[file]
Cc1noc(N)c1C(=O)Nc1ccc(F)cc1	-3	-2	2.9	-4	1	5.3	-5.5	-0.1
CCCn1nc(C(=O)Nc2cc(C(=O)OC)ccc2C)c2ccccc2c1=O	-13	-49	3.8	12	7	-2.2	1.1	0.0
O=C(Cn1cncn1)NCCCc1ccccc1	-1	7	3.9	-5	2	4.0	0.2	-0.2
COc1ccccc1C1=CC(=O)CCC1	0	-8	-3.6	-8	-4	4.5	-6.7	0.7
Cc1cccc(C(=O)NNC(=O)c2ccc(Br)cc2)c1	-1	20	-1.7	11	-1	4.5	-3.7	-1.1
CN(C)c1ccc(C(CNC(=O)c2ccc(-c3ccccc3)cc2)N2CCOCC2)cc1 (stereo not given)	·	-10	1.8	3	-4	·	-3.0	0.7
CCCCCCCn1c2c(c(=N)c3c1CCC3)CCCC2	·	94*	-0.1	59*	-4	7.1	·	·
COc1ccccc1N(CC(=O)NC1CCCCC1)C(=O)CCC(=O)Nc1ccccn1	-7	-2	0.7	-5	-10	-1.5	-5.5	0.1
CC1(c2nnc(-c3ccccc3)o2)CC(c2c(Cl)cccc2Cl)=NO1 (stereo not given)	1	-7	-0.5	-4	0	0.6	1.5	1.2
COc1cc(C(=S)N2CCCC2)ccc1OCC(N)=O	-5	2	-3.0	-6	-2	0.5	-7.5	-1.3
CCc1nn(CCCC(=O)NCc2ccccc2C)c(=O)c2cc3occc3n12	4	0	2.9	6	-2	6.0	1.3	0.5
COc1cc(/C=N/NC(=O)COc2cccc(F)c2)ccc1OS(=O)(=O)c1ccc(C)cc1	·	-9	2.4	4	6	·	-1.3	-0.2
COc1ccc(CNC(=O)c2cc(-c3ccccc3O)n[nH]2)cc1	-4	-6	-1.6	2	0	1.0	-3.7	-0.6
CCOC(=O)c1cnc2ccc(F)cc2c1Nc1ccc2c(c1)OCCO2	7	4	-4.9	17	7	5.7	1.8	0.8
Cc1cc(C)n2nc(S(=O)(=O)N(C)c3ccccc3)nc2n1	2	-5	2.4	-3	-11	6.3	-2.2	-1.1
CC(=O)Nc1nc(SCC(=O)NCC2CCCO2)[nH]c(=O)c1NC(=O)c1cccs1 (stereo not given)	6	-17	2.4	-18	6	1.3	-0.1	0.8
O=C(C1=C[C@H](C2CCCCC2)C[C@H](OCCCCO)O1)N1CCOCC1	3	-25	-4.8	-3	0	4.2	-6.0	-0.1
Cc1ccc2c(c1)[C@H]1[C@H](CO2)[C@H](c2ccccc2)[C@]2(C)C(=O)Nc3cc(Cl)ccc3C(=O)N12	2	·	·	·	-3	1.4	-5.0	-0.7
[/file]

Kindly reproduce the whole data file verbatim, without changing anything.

Cc1noc(N)c1C(=O)Nc1ccc(F)cc1	-3	-2	2.9	-4	1	5.3	-5.5	-0.1
CCCn1nc(C(=O)Nc2cc(C(=O)OC)ccc2C)c2ccccc2c1=O	-13	-49	3.8	12	7	-2.2	1.1	0.0
O=C(Cn1cncn1)NCCCc1ccccc1	-1	7	3.9	-5	2	4.0	0.2	-0.2
COc1ccccc1C1=CC(=O)CCC1	0	-8	-3.6	-8	-4	4.5	-6.7	0.7
Cc1cccc(C(=O)NNC(=O)c2ccc(Br)cc2)c1	-1	20	-1.7	11	-1	4.5	-3.7	-1.1
CN(C)c1ccc(C(CNC(=O)c2ccc(-c3ccccc3)cc2)N2CCOCC2)cc1 (stereo not given)	·	-10	1.8	3	-4	·	-3.0	0.7
CCCCCCCn1c2c(c(=N)c3c1CCC3)CCCC2	·	94*	-0.1	59*	-4	7.1	·	·
COc1ccccc1N(CC(=O)NC1CCCCC1)C(=O)CCC(=O)Nc1ccccn1	-7	-2	0.7	-5	-10	-1.5	-5.5	0.1
CC1(c2nnc(-c3ccccc3)o2)CC(c2c(Cl)cccc2Cl)=NO1 (stereo not given)	1	-7	-0.5	-4	0	0.6	1.5	1.2
COc1cc(C(=S)N2CCCC2)ccc1OCC(N)=O	-5	2	-3.0	-6	-2	0.5	-7.5	-1.3
CCc1nn(CCCC(=O)NCc2ccccc2C)c(=O)c2cc3occc3n12	4	0	2.9	6	-2	6.0	1.3	0.5
COc1cc(/C=N/NC(=O)COc2cccc(F)c2)ccc1OS(=O)(=O)c1ccc(C)cc1	·	-9	2.4	4	6	·	-1.3	-0.2
COc1ccc(CNC(=O)c2cc(-c3ccccc3O)n[nH]2)cc1	-4	-6	-1.6	2	0	1.0	-3.7	-0.6
CCOC(=O)c1cnc2ccc(F)cc2c1Nc1ccc2c(c1)OCCO2	7	4	-4.9	17	7	5.7	1.8	0.8
Cc1cc(C)n2nc(S(=O)(=O)N(C)c3ccccc3)nc2n1	2	-5	2.4	-3	-11	6.3	-2.2	-1.1
CC(=O)Nc1nc(SCC(=O)NCC2CCCO2)[nH]c(=O)c1NC(=O)c1cccs1 (stereo not given)	6	-17	2.4	-18	6	1.3	-0.1	0.8
O=C(C1=C[C@H](C2CCCCC2)C[C@H](OCCCCO)O1)N1CCOCC1	3	-25	-4.8	-3	0	4.2	-6.0	-0.1
Cc1ccc2c(c1)[C@H]1[C@H](CO2)[C@H](c2ccccc2)[C@]2(C)C(=O)Nc3cc(Cl)ccc3C(=O)N12	2	·	·	·	-3	1.4	-5.0	-0.7